Although not shown in FIG. 1B, one of skill in the art will immediately understand that the communications network infrastructure 140 includes one or more computers that manage the wireless communications network 103. It will be appreciated that such a computer may be one of many possible computer systems which have different architectures. A typical computer system 190 will usually include at least a processor or processing unit 170, a memory 175, and an input/output interface 180 coupled to a system bus 185, as illustrated in FIG. 1D, in which the processor 170 executes instructions that perform the methods of the invention described herein and the input/output interface 180 couples the computer to one or more base stations 130 and to any further networks. One of skill in the art will immediately appreciate that the invention can be practiced with other computer system configurations, including multiprocessor systems, minicomputers, mainframe computers, and the like. The invention can also be practiced in distributed computing environments where tasks are performed by remote processing devices that are linked through a communications medium.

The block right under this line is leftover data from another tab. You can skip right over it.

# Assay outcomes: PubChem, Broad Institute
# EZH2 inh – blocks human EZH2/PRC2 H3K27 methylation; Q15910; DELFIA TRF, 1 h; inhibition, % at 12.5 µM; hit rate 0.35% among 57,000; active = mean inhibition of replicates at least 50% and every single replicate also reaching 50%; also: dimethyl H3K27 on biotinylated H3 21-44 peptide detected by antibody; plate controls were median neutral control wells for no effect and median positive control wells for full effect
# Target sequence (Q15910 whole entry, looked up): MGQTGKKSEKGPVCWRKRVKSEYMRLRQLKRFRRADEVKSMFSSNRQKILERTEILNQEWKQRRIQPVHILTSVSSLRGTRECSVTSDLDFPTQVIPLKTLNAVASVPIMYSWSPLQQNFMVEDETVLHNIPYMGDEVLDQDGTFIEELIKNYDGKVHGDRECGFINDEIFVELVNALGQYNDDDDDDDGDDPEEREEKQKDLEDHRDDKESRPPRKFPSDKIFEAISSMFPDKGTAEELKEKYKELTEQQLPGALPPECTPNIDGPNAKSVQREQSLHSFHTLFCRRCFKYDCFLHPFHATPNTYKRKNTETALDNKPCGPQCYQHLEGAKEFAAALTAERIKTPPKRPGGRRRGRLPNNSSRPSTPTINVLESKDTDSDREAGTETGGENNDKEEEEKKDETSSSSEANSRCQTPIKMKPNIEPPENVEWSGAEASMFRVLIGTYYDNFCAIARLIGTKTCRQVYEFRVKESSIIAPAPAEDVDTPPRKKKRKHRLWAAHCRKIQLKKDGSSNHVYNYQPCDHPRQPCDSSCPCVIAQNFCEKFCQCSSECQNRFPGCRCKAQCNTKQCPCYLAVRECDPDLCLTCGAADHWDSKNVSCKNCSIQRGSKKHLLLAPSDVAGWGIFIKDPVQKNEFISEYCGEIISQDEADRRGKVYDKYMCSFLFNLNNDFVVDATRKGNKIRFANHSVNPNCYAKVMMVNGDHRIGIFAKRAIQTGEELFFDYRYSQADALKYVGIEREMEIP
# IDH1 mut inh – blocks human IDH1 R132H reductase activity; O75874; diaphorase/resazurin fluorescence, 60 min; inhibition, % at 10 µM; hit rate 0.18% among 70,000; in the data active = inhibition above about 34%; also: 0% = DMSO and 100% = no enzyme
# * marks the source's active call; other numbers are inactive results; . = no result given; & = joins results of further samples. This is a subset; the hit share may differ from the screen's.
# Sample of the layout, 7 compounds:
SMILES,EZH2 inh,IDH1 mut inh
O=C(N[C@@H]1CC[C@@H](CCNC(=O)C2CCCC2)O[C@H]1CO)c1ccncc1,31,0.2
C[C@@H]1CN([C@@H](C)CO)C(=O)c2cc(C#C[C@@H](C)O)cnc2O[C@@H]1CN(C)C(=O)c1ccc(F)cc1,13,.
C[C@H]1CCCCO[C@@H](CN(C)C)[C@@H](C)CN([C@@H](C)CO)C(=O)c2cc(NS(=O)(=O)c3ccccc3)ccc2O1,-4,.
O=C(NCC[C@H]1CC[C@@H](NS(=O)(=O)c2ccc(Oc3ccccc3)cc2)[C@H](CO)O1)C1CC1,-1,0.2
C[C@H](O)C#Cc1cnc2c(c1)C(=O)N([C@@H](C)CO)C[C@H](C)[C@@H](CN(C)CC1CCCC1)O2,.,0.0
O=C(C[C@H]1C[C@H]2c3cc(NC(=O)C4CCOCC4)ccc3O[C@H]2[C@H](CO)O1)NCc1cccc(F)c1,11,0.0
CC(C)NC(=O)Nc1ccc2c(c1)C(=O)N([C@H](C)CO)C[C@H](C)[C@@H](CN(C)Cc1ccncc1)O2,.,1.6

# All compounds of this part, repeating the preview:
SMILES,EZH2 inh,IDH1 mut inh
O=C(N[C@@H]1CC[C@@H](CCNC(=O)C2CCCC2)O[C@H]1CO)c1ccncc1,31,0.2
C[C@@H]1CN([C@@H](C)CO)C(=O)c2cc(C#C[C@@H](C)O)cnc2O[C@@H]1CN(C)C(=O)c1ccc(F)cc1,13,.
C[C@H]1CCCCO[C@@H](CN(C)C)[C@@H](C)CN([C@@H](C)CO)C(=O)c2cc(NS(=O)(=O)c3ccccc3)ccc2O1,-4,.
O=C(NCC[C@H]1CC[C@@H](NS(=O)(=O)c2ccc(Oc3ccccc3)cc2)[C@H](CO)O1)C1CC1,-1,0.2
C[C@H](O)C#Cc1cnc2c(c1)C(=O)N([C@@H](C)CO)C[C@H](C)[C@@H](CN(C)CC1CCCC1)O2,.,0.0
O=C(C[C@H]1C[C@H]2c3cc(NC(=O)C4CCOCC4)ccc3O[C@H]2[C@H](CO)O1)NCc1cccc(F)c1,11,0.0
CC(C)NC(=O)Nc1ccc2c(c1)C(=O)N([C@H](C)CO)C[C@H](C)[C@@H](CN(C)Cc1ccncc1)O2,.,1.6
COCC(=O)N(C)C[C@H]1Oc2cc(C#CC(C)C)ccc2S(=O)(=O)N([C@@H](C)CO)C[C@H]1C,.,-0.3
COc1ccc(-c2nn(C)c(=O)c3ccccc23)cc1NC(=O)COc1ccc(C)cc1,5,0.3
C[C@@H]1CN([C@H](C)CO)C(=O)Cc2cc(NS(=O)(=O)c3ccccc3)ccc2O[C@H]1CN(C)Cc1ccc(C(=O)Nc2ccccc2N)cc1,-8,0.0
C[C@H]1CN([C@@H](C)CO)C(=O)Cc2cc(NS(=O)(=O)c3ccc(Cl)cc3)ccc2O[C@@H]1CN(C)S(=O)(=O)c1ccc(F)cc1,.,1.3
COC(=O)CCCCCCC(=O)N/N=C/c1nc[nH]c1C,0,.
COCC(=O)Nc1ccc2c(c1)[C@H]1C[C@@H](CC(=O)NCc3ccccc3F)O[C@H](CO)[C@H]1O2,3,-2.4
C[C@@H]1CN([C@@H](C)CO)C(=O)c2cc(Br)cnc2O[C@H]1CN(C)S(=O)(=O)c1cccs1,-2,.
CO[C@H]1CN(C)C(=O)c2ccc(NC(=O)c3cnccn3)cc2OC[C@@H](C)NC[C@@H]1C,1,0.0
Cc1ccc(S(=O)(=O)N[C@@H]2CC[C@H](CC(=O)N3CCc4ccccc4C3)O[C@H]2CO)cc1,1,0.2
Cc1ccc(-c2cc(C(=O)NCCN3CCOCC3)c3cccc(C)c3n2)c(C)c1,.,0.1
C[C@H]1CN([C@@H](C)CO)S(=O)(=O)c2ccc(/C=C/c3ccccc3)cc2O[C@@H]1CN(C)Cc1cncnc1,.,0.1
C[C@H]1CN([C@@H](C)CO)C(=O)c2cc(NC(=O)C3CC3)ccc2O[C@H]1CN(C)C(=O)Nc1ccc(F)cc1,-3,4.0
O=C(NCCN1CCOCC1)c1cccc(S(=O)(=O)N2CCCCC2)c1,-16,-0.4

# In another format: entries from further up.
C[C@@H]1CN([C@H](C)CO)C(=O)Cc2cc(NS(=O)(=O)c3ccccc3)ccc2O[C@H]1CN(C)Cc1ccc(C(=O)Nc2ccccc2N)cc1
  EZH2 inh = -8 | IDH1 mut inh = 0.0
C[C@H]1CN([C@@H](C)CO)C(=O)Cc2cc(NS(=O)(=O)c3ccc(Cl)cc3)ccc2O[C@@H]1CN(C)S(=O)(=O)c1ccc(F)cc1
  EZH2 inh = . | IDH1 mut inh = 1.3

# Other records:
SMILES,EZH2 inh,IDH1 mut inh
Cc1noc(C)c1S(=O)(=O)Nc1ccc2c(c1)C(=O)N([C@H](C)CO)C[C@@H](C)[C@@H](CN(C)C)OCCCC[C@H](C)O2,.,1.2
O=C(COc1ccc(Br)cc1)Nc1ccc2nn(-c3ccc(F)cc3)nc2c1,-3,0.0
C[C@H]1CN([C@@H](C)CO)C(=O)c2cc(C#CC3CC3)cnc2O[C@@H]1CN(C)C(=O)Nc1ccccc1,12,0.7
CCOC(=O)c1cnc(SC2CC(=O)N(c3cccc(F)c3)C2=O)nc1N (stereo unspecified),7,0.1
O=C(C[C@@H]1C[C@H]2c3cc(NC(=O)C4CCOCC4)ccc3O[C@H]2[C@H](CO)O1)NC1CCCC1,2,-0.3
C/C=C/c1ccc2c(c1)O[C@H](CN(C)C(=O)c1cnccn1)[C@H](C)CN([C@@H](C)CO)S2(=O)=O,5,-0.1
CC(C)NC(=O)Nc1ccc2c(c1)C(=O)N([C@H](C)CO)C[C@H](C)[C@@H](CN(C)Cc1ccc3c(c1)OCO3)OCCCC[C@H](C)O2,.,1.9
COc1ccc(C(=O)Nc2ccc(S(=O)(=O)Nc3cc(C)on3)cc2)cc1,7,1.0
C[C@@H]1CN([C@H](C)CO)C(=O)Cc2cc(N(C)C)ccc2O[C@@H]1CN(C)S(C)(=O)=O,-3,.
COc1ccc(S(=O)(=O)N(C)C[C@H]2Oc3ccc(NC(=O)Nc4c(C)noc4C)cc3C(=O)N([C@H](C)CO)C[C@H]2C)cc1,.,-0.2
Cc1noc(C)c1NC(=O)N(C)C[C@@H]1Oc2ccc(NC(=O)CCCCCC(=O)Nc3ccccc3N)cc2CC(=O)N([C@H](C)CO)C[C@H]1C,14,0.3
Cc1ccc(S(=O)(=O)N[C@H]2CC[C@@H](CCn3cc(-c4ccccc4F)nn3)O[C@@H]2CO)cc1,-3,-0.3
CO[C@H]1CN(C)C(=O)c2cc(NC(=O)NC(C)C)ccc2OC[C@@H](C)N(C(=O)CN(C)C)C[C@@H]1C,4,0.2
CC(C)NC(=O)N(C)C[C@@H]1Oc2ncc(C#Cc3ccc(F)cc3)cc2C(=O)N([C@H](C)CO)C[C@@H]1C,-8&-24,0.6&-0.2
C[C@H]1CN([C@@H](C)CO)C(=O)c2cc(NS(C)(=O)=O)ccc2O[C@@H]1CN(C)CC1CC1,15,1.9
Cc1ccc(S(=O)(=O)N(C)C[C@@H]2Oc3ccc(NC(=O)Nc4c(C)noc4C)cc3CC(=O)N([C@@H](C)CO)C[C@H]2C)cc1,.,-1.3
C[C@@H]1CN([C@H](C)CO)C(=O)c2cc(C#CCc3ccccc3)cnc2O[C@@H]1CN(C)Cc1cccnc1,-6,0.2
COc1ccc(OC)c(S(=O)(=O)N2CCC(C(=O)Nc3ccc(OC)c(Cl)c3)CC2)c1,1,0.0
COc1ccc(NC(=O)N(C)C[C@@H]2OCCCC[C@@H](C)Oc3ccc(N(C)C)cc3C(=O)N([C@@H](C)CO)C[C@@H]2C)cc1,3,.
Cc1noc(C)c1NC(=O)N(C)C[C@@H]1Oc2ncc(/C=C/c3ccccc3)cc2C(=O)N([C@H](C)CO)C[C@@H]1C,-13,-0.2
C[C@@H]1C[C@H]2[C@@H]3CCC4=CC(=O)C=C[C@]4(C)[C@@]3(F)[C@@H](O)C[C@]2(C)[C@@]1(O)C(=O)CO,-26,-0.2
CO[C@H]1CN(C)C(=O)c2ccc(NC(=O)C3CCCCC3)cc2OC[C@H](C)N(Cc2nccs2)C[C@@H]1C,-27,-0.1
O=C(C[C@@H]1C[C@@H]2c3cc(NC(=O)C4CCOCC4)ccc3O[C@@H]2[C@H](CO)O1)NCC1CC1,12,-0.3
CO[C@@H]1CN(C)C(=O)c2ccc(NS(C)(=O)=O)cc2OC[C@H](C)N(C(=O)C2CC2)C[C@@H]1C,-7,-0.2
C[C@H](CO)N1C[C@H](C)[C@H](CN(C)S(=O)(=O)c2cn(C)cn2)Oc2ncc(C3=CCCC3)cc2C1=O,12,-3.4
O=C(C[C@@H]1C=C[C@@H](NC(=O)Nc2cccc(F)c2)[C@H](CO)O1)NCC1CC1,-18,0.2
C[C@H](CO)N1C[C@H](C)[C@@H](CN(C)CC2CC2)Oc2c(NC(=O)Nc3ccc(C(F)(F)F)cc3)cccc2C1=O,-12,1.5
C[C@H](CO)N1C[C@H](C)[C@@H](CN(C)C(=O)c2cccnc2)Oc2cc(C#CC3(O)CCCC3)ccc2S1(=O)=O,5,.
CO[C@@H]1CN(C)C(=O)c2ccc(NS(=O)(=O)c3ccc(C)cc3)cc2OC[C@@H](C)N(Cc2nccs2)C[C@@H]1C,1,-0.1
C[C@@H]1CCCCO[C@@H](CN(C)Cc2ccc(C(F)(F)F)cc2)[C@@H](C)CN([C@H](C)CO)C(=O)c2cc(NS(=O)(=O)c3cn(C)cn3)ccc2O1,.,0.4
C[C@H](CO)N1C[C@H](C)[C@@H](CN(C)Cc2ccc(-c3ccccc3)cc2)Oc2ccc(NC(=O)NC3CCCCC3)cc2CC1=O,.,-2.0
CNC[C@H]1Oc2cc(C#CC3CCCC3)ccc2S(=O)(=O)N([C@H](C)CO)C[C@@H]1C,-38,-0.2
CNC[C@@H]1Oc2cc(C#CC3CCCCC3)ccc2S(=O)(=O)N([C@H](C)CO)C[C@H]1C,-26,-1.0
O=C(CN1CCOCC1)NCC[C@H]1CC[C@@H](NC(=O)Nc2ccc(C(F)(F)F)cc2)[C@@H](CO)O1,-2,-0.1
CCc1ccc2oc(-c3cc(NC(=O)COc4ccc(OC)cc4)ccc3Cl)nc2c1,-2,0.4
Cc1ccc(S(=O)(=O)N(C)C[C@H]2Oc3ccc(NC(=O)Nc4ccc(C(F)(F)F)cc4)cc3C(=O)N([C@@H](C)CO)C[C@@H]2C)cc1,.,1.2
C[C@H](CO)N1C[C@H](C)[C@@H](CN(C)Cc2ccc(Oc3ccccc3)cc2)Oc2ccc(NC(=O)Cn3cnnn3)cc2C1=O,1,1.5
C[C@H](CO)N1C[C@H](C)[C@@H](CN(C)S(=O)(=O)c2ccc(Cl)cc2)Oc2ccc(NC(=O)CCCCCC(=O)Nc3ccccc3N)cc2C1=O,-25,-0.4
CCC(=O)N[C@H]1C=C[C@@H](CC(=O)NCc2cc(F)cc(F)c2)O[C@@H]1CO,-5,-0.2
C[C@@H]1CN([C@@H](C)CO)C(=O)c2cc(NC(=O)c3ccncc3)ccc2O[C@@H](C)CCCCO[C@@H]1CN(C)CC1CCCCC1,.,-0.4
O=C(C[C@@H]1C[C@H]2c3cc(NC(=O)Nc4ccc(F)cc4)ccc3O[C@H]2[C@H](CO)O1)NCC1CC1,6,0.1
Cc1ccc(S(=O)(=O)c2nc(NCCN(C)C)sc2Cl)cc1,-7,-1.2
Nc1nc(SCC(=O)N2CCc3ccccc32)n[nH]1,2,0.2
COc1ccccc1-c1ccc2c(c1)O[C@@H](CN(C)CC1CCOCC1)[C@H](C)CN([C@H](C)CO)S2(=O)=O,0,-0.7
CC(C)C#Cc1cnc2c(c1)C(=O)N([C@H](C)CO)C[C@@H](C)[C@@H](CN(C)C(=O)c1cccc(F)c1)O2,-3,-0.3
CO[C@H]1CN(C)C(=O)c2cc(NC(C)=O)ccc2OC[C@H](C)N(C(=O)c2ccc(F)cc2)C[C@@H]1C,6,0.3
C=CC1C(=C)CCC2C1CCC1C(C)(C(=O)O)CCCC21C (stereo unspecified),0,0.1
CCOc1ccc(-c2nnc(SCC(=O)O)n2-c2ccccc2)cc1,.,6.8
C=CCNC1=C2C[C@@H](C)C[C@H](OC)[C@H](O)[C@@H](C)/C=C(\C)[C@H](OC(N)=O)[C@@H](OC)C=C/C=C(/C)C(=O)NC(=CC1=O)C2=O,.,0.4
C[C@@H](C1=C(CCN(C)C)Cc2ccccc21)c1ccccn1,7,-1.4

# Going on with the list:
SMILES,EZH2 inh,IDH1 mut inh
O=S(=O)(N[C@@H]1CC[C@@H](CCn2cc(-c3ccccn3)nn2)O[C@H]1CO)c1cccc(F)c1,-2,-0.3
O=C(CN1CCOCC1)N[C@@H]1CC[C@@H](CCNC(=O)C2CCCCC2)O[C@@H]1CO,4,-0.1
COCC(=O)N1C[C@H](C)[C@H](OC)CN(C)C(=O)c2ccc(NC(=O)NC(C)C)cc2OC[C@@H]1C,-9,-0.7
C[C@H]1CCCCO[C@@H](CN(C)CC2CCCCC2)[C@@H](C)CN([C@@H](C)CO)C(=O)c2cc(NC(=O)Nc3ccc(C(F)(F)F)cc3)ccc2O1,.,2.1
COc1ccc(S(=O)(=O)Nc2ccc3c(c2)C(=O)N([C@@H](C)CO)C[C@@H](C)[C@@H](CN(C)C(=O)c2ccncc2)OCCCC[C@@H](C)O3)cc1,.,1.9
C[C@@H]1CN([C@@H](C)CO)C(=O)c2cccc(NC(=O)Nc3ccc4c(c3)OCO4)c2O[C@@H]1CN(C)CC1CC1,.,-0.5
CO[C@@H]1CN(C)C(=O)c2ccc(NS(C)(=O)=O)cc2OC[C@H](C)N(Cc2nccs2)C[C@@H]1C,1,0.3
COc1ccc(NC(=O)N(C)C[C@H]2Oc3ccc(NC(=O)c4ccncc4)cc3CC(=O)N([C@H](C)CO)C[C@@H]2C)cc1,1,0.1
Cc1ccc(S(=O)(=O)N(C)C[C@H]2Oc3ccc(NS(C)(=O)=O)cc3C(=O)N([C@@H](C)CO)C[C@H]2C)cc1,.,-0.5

The preceding description of FIGS. 1B-D is intended to provide an overview of hardware and operating environments suitable for practicing the invention, but is not intended to limit the applicable environments. Furthermore, the invention is not limited to any particular arrangement of wireless devices and networks but for sake of clarity a simplified system of wireless devices, base stations, and network infrastructure components has been illustrated and described with reference to FIGS. 1A-D.